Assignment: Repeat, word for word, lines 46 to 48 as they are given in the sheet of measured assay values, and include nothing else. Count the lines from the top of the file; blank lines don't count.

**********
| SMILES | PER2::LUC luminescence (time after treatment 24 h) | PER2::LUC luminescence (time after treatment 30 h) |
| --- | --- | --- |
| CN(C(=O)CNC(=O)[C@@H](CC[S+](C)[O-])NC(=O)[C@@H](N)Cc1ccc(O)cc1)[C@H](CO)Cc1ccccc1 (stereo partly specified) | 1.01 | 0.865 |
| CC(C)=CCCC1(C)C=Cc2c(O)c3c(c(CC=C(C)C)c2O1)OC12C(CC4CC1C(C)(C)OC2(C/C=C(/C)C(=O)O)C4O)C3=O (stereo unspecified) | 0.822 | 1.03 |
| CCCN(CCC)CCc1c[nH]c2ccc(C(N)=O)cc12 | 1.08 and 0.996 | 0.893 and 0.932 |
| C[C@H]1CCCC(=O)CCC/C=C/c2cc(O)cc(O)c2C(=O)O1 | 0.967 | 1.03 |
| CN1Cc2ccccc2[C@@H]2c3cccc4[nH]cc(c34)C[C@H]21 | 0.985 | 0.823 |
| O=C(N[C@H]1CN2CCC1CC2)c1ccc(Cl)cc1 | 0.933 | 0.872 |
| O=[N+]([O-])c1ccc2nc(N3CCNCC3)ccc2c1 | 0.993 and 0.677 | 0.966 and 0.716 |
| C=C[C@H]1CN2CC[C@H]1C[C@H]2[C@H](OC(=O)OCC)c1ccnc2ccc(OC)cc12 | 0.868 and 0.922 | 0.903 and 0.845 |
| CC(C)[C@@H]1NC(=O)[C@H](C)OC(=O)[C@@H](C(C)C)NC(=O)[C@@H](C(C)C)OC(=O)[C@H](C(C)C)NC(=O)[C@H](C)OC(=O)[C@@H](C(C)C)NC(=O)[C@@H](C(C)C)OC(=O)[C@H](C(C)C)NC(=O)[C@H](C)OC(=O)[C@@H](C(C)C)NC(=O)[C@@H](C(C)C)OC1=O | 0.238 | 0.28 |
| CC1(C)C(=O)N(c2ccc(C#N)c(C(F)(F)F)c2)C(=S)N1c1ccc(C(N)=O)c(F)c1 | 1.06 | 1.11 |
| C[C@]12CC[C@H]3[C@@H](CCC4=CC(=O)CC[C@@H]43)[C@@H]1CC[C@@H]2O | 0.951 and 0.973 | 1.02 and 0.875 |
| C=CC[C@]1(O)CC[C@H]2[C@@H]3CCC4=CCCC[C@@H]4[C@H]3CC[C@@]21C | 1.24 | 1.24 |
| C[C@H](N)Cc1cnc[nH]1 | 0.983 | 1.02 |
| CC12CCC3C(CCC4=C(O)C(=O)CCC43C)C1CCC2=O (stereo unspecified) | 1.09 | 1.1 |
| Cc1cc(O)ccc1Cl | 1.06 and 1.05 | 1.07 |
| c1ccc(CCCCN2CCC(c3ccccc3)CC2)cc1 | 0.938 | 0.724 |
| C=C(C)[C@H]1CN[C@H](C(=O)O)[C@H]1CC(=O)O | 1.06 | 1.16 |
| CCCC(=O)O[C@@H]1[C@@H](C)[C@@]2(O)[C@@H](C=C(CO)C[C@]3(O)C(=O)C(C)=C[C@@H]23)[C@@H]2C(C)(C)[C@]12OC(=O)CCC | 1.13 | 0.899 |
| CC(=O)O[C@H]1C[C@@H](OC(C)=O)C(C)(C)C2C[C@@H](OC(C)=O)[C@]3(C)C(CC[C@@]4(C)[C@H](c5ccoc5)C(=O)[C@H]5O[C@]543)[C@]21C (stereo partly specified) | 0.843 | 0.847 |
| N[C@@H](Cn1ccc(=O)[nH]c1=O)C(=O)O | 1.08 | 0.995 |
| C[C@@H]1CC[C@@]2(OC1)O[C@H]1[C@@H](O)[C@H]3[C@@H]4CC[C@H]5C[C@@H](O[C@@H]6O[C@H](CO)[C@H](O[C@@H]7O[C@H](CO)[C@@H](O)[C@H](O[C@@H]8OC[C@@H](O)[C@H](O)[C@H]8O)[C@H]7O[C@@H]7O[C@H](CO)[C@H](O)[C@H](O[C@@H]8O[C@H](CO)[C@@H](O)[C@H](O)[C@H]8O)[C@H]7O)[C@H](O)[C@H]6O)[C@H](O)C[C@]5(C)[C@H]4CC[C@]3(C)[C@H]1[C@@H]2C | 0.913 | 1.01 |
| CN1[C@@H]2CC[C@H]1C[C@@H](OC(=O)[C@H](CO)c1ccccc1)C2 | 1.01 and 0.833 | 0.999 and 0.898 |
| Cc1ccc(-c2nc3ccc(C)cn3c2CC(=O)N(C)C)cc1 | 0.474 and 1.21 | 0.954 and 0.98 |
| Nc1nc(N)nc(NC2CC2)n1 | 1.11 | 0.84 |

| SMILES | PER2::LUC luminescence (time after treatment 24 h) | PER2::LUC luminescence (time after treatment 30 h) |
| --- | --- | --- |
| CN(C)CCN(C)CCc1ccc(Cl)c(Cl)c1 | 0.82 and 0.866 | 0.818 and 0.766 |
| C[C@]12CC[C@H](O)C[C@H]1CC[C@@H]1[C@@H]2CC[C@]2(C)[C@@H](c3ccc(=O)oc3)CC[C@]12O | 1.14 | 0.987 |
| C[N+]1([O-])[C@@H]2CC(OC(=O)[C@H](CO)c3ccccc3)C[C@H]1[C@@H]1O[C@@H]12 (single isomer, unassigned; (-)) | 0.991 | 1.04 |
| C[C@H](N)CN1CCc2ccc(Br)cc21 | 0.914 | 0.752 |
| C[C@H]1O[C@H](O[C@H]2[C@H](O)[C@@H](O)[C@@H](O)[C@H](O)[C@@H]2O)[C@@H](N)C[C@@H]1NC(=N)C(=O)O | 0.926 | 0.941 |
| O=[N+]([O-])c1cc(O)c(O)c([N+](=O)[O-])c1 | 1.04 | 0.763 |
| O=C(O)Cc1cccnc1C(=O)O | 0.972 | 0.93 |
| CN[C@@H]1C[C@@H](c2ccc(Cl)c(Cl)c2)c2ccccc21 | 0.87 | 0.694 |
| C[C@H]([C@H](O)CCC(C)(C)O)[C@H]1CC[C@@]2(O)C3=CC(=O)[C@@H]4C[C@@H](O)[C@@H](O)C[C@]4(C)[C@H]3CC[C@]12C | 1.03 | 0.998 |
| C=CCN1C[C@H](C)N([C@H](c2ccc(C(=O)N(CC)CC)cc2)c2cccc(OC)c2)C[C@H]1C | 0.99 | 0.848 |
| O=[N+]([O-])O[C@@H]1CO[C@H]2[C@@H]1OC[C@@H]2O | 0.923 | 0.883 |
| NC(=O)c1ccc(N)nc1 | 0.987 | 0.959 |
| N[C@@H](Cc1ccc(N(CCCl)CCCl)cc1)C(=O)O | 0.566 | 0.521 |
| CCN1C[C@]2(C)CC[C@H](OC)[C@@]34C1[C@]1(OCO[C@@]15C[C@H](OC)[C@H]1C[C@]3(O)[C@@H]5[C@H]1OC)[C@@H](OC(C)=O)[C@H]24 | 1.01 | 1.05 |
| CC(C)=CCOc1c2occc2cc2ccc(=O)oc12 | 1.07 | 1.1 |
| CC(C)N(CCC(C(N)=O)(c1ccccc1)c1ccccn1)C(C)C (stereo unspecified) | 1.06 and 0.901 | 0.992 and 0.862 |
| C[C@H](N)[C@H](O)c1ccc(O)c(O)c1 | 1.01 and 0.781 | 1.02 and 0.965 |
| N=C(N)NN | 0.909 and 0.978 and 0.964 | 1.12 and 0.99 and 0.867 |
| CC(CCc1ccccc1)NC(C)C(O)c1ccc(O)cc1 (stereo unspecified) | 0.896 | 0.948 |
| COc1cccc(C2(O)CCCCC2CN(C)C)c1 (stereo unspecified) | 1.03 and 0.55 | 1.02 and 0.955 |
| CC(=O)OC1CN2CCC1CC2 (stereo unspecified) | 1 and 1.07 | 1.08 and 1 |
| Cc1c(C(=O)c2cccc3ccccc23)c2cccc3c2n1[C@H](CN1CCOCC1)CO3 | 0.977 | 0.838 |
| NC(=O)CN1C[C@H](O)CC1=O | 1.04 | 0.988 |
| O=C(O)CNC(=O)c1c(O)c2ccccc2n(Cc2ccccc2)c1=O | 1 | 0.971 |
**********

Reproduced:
| N=C(N)NN | 0.909 and 0.978 and 0.964 | 1.12 and 0.99 and 0.867 |
| CC(CCc1ccccc1)NC(C)C(O)c1ccc(O)cc1 (stereo unspecified) | 0.896 | 0.948 |
| COc1cccc(C2(O)CCCCC2CN(C)C)c1 (stereo unspecified) | 1.03 and 0.55 | 1.02 and 0.955 |